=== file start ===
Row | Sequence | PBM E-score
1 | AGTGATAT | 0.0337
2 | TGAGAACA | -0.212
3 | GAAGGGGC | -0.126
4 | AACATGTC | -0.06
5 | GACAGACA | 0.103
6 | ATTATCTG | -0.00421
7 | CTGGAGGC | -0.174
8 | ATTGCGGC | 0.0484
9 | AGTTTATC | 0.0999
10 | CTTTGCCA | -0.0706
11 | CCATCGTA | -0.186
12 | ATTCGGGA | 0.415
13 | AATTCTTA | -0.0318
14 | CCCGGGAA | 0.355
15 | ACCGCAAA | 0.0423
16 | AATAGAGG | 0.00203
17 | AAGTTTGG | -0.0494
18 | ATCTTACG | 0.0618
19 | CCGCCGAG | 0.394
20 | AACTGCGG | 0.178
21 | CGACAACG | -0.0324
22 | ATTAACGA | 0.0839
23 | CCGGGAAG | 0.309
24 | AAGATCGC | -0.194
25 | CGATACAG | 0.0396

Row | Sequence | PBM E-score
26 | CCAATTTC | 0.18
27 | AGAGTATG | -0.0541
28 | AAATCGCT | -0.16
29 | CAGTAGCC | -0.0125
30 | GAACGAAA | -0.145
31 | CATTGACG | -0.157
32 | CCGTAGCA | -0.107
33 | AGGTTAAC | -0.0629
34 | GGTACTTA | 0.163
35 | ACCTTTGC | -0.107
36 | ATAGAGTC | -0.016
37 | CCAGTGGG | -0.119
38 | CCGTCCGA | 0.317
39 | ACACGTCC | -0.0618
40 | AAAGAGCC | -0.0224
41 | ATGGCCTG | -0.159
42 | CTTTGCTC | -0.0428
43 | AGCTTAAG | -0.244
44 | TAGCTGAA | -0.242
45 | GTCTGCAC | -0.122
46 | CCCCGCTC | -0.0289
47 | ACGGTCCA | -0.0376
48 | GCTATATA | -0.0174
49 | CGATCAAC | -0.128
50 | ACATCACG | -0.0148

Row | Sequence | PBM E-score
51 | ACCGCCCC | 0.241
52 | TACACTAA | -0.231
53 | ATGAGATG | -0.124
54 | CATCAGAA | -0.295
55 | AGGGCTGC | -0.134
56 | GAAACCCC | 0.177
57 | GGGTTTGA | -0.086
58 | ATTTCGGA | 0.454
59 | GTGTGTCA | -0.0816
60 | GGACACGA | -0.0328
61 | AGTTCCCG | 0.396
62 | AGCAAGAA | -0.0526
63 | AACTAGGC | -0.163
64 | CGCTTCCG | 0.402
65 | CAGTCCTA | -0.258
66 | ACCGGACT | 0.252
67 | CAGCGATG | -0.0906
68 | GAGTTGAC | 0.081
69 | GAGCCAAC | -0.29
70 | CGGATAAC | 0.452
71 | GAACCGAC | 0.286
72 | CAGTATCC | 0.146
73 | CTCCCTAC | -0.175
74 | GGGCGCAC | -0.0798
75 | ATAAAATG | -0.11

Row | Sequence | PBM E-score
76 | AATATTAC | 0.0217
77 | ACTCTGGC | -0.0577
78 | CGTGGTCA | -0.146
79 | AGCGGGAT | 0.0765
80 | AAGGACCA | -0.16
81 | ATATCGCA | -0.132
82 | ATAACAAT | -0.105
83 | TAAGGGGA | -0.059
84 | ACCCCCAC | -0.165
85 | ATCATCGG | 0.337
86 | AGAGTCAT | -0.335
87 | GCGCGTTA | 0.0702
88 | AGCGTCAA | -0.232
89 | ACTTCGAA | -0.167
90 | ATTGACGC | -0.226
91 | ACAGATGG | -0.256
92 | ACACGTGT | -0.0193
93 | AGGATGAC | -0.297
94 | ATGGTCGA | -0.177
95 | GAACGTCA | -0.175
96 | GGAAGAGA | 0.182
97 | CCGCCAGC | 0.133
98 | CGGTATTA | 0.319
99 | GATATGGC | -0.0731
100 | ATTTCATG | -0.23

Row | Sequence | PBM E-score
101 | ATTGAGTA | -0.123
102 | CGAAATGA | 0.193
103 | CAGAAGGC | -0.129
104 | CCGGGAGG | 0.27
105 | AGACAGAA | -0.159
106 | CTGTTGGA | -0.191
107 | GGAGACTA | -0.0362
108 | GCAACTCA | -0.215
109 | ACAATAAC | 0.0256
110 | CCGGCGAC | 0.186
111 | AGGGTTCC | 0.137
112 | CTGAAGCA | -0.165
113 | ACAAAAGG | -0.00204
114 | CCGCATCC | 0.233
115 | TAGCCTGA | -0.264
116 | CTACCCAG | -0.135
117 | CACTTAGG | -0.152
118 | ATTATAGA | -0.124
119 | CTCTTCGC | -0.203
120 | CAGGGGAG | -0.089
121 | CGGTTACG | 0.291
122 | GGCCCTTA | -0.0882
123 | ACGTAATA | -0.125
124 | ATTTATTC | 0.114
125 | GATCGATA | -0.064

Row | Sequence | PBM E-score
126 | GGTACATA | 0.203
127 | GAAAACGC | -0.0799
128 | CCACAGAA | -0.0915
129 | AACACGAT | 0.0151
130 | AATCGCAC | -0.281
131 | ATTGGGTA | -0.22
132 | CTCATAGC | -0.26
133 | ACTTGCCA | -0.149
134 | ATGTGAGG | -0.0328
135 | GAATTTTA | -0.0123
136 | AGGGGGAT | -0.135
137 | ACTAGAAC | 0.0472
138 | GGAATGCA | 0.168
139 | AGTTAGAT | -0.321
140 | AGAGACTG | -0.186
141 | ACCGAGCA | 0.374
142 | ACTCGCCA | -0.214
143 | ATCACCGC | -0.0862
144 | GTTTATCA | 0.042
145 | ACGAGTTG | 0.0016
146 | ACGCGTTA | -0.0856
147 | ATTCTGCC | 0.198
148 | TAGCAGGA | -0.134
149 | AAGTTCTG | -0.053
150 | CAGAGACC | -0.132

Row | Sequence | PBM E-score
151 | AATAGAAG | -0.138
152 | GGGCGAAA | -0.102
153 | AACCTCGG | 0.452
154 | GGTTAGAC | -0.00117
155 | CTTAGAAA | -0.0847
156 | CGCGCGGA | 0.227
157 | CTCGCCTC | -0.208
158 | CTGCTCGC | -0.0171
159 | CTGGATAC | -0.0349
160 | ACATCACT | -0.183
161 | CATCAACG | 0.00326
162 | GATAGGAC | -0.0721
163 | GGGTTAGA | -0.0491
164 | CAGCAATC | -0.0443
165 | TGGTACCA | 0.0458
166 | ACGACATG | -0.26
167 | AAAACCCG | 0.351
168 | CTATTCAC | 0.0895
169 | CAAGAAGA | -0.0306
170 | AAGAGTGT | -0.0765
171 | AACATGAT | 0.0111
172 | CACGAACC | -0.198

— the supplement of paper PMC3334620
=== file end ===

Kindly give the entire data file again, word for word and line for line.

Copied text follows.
Row | Sequence | PBM E-score
1 | AGTGATAT | 0.0337
2 | TGAGAACA | -0.212
3 | GAAGGGGC | -0.126
4 | AACATGTC | -0.06
5 | GACAGACA | 0.103
6 | ATTATCTG | -0.00421
7 | CTGGAGGC | -0.174
8 | ATTGCGGC | 0.0484
9 | AGTTTATC | 0.0999
10 | CTTTGCCA | -0.0706
11 | CCATCGTA | -0.186
12 | ATTCGGGA | 0.415
13 | AATTCTTA | -0.0318
14 | CCCGGGAA | 0.355
15 | ACCGCAAA | 0.0423
16 | AATAGAGG | 0.00203
17 | AAGTTTGG | -0.0494
18 | ATCTTACG | 0.0618
19 | CCGCCGAG | 0.394
20 | AACTGCGG | 0.178
21 | CGACAACG | -0.0324
22 | ATTAACGA | 0.0839
23 | CCGGGAAG | 0.309
24 | AAGATCGC | -0.194
25 | CGATACAG | 0.0396

Row | Sequence | PBM E-score
26 | CCAATTTC | 0.18
27 | AGAGTATG | -0.0541
28 | AAATCGCT | -0.16
29 | CAGTAGCC | -0.0125
30 | GAACGAAA | -0.145
31 | CATTGACG | -0.157
32 | CCGTAGCA | -0.107
33 | AGGTTAAC | -0.0629
34 | GGTACTTA | 0.163
35 | ACCTTTGC | -0.107
36 | ATAGAGTC | -0.016
37 | CCAGTGGG | -0.119
38 | CCGTCCGA | 0.317
39 | ACACGTCC | -0.0618
40 | AAAGAGCC | -0.0224
41 | ATGGCCTG | -0.159
42 | CTTTGCTC | -0.0428
43 | AGCTTAAG | -0.244
44 | TAGCTGAA | -0.242
45 | GTCTGCAC | -0.122
46 | CCCCGCTC | -0.0289
47 | ACGGTCCA | -0.0376
48 | GCTATATA | -0.0174
49 | CGATCAAC | -0.128
50 | ACATCACG | -0.0148

Row | Sequence | PBM E-score
51 | ACCGCCCC | 0.241
52 | TACACTAA | -0.231
53 | ATGAGATG | -0.124
54 | CATCAGAA | -0.295
55 | AGGGCTGC | -0.134
56 | GAAACCCC | 0.177
57 | GGGTTTGA | -0.086
58 | ATTTCGGA | 0.454
59 | GTGTGTCA | -0.0816
60 | GGACACGA | -0.0328
61 | AGTTCCCG | 0.396
62 | AGCAAGAA | -0.0526
63 | AACTAGGC | -0.163
64 | CGCTTCCG | 0.402
65 | CAGTCCTA | -0.258
66 | ACCGGACT | 0.252
67 | CAGCGATG | -0.0906
68 | GAGTTGAC | 0.081
69 | GAGCCAAC | -0.29
70 | CGGATAAC | 0.452
71 | GAACCGAC | 0.286
72 | CAGTATCC | 0.146
73 | CTCCCTAC | -0.175
74 | GGGCGCAC | -0.0798
75 | ATAAAATG | -0.11

Row | Sequence | PBM E-score
76 | AATATTAC | 0.0217
77 | ACTCTGGC | -0.0577
78 | CGTGGTCA | -0.146
79 | AGCGGGAT | 0.0765
80 | AAGGACCA | -0.16
81 | ATATCGCA | -0.132
82 | ATAACAAT | -0.105
83 | TAAGGGGA | -0.059
84 | ACCCCCAC | -0.165
85 | ATCATCGG | 0.337
86 | AGAGTCAT | -0.335
87 | GCGCGTTA | 0.0702
88 | AGCGTCAA | -0.232
89 | ACTTCGAA | -0.167
90 | ATTGACGC | -0.226
91 | ACAGATGG | -0.256
92 | ACACGTGT | -0.0193
93 | AGGATGAC | -0.297
94 | ATGGTCGA | -0.177
95 | GAACGTCA | -0.175
96 | GGAAGAGA | 0.182
97 | CCGCCAGC | 0.133
98 | CGGTATTA | 0.319
99 | GATATGGC | -0.0731
100 | ATTTCATG | -0.23

Row | Sequence | PBM E-score
101 | ATTGAGTA | -0.123
102 | CGAAATGA | 0.193
103 | CAGAAGGC | -0.129
104 | CCGGGAGG | 0.27
105 | AGACAGAA | -0.159
106 | CTGTTGGA | -0.191
107 | GGAGACTA | -0.0362
108 | GCAACTCA | -0.215
109 | ACAATAAC | 0.0256
110 | CCGGCGAC | 0.186
111 | AGGGTTCC | 0.137
112 | CTGAAGCA | -0.165
113 | ACAAAAGG | -0.00204
114 | CCGCATCC | 0.233
115 | TAGCCTGA | -0.264
116 | CTACCCAG | -0.135
117 | CACTTAGG | -0.152
118 | ATTATAGA | -0.124
119 | CTCTTCGC | -0.203
120 | CAGGGGAG | -0.089
121 | CGGTTACG | 0.291
122 | GGCCCTTA | -0.0882
123 | ACGTAATA | -0.125
124 | ATTTATTC | 0.114
125 | GATCGATA | -0.064

Row | Sequence | PBM E-score
126 | GGTACATA | 0.203
127 | GAAAACGC | -0.0799
128 | CCACAGAA | -0.0915
129 | AACACGAT | 0.0151
130 | AATCGCAC | -0.281
131 | ATTGGGTA | -0.22
132 | CTCATAGC | -0.26
133 | ACTTGCCA | -0.149
134 | ATGTGAGG | -0.0328
135 | GAATTTTA | -0.0123
136 | AGGGGGAT | -0.135
137 | ACTAGAAC | 0.0472
138 | GGAATGCA | 0.168
139 | AGTTAGAT | -0.321
140 | AGAGACTG | -0.186
141 | ACCGAGCA | 0.374
142 | ACTCGCCA | -0.214
143 | ATCACCGC | -0.0862
144 | GTTTATCA | 0.042
145 | ACGAGTTG | 0.0016
146 | ACGCGTTA | -0.0856
147 | ATTCTGCC | 0.198
148 | TAGCAGGA | -0.134
149 | AAGTTCTG | -0.053
150 | CAGAGACC | -0.132

Row | Sequence | PBM E-score
151 | AATAGAAG | -0.138
152 | GGGCGAAA | -0.102
153 | AACCTCGG | 0.452
154 | GGTTAGAC | -0.00117
155 | CTTAGAAA | -0.0847
156 | CGCGCGGA | 0.227
157 | CTCGCCTC | -0.208
158 | CTGCTCGC | -0.0171
159 | CTGGATAC | -0.0349
160 | ACATCACT | -0.183
161 | CATCAACG | 0.00326
162 | GATAGGAC | -0.0721
163 | GGGTTAGA | -0.0491
164 | CAGCAATC | -0.0443
165 | TGGTACCA | 0.0458
166 | ACGACATG | -0.26
167 | AAAACCCG | 0.351
168 | CTATTCAC | 0.0895
169 | CAAGAAGA | -0.0306
170 | AAGAGTGT | -0.0765
171 | AACATGAT | 0.0111
172 | CACGAACC | -0.198

— the supplement of paper PMC3334620